AI Content Creation Man Monsters

Enonic has always embraced new and exciting technology, and the recent mini-revolutions in the field of generative artificial intelligence are no exceptions. This has been especially visible in the content department, where the Head of Content—Vegard—has dived headlong into the AI swimming pool.

But how do we use this technology in our actual, real-life work? Before we detail that, let’s clarify what we think about AI.

What AI really is (and not)

AI is technology. Nothing less, nothing more. It’s essentially no different to computers, cars, trains, sewing machines, screwdrivers, or the wheel. It is human-made technology with the potential to make many tasks way more efficient.

AI is a simulation of human reasoning, and can only answer human inputs with statistically probable answers. It has no free will and cannot really “think” as humans do at all. Some types of jobs may be replaced by it, but—as with all technology during the entire history of mankind—many more jobs will be created thanks to the technology.

So, AI is essentially a good thing. However, as with all technologies, AI can be used, misused, and abused. That’s really way beyond the scope of this article, so let’s get into the good stuff instead.

Let’s see how we in Enonic use AI to create some real quality content!

Enonic’s road to AI

Using AI-fueled services to enhance or ease our creative tasks is nothing new—we have for instance used artificial voices on several of our tutorial videos in the past. We had even tried image, music, and text services—like Craiyon,, and Jasper—but were dissatisfied with both results and pricing, to say the least.

But something changed in the late fall of 2022. The AI image generator Midjourney released its version 4 on 5 November, while the AI text generator ChatGPT was released to the public on 30 November.

It was instantly clear that these were entirely different sorts of beasts than their predecessors. So we started playing around. First for the pure fascination of the technology, but it soon became obvious that this actually could be used for business purposes.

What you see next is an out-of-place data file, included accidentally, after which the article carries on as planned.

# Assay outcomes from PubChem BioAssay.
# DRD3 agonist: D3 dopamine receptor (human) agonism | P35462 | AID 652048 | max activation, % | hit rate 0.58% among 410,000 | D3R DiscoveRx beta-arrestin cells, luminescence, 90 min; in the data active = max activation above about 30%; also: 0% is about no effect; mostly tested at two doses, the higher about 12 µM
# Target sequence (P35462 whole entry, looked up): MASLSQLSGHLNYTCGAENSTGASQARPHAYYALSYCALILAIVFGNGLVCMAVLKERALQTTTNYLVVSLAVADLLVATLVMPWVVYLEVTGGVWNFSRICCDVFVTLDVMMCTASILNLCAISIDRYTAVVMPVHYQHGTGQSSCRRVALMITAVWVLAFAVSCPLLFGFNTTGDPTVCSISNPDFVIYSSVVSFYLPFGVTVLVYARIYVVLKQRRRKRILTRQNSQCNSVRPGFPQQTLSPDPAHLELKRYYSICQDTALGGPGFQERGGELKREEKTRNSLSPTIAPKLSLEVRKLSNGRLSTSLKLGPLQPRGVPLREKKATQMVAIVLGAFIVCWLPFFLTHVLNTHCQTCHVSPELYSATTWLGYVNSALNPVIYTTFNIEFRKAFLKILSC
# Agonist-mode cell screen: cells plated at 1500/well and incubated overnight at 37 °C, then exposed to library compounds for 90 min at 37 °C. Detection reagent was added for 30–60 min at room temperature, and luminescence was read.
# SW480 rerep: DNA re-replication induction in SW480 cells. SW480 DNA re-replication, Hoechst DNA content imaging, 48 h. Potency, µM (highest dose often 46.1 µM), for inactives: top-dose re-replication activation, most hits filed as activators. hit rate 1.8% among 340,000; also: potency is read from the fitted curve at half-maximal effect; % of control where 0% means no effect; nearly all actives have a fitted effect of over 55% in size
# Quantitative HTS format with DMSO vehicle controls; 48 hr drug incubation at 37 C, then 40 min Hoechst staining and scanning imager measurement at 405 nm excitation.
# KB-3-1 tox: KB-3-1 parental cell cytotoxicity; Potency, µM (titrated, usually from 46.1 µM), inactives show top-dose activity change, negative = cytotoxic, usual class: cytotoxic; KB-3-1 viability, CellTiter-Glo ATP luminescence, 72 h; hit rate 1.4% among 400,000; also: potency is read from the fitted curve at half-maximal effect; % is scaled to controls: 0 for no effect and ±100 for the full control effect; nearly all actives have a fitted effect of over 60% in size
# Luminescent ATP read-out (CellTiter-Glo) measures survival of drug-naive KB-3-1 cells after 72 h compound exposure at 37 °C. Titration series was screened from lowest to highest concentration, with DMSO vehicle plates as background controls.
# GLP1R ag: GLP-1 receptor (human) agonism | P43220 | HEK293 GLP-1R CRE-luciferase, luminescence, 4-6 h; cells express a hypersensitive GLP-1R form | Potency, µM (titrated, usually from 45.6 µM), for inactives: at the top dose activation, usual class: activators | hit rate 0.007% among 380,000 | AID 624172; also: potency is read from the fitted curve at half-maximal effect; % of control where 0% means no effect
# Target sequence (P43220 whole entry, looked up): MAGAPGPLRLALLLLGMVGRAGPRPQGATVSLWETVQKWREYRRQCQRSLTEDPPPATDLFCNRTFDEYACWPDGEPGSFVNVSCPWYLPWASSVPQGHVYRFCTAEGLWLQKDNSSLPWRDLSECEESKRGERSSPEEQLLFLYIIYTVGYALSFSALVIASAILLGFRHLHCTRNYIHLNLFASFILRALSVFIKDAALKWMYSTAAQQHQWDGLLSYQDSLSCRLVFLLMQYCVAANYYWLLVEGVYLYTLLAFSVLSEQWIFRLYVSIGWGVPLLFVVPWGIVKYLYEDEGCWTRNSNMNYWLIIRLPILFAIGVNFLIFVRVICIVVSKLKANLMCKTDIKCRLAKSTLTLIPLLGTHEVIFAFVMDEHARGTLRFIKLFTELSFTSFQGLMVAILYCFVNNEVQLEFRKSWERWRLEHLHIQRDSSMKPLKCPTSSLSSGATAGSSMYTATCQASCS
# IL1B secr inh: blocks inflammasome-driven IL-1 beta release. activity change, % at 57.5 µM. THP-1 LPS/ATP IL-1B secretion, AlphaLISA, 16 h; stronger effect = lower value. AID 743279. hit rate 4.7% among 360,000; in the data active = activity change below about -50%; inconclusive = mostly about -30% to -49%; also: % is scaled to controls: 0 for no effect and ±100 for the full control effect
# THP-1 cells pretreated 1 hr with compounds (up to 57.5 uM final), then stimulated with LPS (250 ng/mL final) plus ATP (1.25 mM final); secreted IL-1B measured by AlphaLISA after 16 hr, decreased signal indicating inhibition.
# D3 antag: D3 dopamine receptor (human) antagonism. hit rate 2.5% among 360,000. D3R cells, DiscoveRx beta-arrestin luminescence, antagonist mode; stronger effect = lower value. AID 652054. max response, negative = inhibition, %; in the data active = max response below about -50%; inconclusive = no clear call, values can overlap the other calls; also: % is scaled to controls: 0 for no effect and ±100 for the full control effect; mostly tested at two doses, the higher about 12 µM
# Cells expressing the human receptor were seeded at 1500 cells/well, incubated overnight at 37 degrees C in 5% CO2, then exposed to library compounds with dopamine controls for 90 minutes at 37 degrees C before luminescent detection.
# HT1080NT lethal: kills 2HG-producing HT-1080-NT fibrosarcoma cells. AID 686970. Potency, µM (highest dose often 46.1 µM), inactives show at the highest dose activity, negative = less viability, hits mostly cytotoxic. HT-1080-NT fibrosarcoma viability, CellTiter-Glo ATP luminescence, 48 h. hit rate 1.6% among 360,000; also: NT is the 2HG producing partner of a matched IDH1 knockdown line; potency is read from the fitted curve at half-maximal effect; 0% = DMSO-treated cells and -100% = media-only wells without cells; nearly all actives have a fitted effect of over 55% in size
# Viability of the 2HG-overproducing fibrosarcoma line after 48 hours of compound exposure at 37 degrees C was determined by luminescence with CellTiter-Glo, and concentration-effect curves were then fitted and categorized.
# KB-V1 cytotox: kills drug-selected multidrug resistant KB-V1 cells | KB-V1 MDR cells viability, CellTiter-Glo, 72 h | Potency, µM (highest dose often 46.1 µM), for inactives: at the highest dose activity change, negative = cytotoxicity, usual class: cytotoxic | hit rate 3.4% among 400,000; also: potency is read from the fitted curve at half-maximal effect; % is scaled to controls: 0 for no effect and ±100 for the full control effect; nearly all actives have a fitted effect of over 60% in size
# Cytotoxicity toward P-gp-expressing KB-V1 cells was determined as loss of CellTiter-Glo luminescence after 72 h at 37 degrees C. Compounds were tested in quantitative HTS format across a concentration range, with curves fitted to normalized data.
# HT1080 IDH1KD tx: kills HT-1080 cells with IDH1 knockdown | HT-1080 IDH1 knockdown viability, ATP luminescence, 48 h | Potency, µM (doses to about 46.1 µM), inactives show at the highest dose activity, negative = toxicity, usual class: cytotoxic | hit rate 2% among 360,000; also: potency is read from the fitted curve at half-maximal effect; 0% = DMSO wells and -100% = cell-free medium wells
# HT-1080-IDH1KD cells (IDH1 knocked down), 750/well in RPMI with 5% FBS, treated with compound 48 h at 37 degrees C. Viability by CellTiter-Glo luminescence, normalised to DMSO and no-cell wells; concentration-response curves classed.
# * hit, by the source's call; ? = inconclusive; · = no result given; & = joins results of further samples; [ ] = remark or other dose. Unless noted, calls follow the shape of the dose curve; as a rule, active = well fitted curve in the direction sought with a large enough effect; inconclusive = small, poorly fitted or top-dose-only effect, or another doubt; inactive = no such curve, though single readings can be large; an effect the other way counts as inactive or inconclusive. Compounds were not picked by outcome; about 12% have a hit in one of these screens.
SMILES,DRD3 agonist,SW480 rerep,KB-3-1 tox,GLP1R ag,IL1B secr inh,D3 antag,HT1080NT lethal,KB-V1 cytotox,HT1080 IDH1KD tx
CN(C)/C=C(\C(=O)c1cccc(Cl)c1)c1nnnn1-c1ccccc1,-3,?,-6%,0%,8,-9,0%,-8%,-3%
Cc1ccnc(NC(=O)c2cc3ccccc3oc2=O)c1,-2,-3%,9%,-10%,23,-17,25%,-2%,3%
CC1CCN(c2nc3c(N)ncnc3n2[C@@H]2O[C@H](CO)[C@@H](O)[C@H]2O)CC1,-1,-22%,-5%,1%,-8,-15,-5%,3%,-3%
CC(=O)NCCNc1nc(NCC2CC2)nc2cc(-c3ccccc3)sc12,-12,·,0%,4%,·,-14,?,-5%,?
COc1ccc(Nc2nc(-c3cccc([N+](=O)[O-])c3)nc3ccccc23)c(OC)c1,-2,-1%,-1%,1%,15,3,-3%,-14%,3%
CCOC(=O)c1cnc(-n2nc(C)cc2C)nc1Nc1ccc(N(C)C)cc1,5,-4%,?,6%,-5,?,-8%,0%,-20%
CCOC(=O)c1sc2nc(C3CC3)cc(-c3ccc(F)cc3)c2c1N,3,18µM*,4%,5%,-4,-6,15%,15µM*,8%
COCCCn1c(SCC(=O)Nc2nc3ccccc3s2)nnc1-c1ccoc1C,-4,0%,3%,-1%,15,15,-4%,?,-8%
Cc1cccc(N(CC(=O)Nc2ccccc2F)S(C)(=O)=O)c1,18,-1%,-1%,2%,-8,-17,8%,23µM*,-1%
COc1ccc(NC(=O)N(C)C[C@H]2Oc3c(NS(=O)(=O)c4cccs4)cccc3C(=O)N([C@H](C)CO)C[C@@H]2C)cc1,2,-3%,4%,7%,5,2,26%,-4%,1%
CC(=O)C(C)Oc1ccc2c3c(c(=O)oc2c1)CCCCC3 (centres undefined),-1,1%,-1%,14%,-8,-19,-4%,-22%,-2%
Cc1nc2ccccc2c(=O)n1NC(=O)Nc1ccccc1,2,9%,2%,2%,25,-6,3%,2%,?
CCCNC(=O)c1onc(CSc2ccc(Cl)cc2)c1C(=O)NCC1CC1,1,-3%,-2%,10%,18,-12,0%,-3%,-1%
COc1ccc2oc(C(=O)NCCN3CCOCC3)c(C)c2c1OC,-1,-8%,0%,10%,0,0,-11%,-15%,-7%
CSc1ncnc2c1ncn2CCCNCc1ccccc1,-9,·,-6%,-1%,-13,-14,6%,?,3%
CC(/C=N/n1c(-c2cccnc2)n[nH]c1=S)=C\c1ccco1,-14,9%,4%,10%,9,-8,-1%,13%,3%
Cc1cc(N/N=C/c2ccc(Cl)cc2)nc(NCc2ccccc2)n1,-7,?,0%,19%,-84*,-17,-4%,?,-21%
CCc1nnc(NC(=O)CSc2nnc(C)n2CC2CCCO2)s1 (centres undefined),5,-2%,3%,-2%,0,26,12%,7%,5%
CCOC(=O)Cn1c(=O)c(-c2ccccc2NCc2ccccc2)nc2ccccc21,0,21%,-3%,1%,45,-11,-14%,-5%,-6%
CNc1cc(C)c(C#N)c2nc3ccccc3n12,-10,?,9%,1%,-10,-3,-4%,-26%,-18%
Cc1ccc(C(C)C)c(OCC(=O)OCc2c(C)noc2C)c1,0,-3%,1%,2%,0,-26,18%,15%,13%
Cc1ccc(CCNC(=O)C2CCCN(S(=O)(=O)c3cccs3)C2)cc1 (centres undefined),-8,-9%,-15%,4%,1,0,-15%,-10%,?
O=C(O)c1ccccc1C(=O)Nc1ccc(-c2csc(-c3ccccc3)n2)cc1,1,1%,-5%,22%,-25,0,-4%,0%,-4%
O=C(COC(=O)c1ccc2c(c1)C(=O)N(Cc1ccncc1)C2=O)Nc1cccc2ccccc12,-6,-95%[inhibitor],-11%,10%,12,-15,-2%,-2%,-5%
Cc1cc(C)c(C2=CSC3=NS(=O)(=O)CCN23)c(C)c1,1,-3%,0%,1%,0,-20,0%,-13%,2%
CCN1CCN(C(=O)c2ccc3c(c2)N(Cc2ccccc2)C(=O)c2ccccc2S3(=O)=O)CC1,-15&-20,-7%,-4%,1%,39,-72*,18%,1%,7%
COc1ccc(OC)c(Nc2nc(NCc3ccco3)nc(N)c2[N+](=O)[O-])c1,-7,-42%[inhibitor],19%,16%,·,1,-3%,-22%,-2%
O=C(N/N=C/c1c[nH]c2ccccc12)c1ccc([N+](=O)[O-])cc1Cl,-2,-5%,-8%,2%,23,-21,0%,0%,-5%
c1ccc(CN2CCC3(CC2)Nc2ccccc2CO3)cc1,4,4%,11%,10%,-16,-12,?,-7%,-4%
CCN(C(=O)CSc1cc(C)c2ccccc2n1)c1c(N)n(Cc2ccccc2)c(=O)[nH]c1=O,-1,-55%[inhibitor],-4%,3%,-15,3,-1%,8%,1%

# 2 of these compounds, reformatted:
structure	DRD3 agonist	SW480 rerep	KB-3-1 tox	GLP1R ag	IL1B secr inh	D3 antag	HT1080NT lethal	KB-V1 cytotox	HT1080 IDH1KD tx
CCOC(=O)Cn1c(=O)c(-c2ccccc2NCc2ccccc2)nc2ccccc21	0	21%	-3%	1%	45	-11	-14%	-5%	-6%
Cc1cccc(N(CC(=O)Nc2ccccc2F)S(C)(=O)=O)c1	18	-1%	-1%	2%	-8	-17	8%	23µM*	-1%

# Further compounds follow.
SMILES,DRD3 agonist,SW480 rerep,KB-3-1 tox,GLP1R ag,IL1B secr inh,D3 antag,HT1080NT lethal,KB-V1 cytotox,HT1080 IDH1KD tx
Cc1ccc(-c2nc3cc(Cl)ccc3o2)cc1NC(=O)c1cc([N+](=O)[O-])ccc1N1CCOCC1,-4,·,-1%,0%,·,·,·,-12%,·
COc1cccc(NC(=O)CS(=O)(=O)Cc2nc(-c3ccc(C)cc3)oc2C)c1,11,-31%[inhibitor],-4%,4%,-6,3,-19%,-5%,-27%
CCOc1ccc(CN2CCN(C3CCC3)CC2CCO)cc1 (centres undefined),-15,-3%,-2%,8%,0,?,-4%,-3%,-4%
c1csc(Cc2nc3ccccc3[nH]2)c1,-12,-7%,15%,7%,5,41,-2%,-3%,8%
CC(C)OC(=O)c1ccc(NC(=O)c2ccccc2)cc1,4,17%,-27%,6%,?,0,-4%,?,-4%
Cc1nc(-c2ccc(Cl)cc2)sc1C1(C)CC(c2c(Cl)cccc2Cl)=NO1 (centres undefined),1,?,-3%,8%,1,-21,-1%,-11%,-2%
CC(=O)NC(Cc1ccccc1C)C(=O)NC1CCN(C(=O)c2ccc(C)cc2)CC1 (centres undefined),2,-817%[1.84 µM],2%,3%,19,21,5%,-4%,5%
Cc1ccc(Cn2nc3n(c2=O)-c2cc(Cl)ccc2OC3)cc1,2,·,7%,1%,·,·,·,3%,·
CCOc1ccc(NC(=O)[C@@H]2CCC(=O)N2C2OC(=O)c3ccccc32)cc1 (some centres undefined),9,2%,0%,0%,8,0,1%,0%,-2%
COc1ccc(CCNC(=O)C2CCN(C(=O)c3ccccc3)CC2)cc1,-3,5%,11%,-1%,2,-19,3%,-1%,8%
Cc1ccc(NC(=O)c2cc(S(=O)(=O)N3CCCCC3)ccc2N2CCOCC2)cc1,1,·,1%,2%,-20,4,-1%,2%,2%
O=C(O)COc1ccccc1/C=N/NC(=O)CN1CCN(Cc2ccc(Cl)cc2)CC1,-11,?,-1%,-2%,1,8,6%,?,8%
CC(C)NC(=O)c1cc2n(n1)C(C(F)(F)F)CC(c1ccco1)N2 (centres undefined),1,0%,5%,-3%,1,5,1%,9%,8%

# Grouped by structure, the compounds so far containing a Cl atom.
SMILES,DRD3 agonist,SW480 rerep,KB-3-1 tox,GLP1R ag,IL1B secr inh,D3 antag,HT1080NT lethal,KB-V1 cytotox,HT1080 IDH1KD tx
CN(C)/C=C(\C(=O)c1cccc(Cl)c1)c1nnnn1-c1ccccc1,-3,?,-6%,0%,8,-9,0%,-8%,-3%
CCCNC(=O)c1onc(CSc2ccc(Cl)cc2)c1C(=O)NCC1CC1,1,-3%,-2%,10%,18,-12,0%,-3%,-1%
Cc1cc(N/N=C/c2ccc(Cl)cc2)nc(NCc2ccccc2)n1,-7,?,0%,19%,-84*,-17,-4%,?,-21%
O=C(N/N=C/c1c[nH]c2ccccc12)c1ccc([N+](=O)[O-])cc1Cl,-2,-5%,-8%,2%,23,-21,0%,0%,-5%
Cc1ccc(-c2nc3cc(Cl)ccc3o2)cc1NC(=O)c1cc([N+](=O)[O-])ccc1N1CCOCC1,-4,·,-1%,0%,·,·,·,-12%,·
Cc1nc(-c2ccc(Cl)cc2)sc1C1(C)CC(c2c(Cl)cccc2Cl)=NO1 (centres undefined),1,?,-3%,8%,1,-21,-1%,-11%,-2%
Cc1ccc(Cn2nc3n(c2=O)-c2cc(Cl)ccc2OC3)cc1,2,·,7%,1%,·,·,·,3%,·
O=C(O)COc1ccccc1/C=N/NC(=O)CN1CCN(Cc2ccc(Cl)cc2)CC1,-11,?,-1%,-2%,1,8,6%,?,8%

The following is a personal hands-on guide. Our own actual experience is the only thing being presented here.

ChatGPT for text

It’s no secret. We have started using ChatGPT in most of our written creative work starting this year (2023). Yes, ChatGPT can produce bland, generic, borderline plagiarized excuses of texts, but as mentioned, it’s a technology—a tool. A hammer performs no better than the person wielding it, and the same goes for AI.

You need to carefully consider the prompts—or “commands”—that you provide to the AI. If you tell it to “make the best text ever about boats,” it obviously won’t do that.

As a general rule of thumb, you need to:

  • Be as specific as possible
  • Provide a context (target persona, industry facts, etc.)
  • Explain the tone of voice or style

For instance, instead of prompting “write a blog post about spaghetti,” you could do the following: “Write a 1000 word blog post about cooking spaghetti in the rustic style of the Tuscany region, meant for busy parents in their 30s, in the style of Gordon Ramsay.” Remember, sometimes you have to “reroll” and create several results based on variances in the prompts.

By following these general guidelines, we usually ask ChatGPT to create:

  • Ideas
  • Outlines for a blog post or guide
  • Fleshing out points made in outline

For instance: “Create a list of 20 useful products for senior citizens living alone,” “create an outline for a book about the railway history of Australia, in the style of a Western novel,” and “write chapter two in 2000 words, be as unique and human as possible.”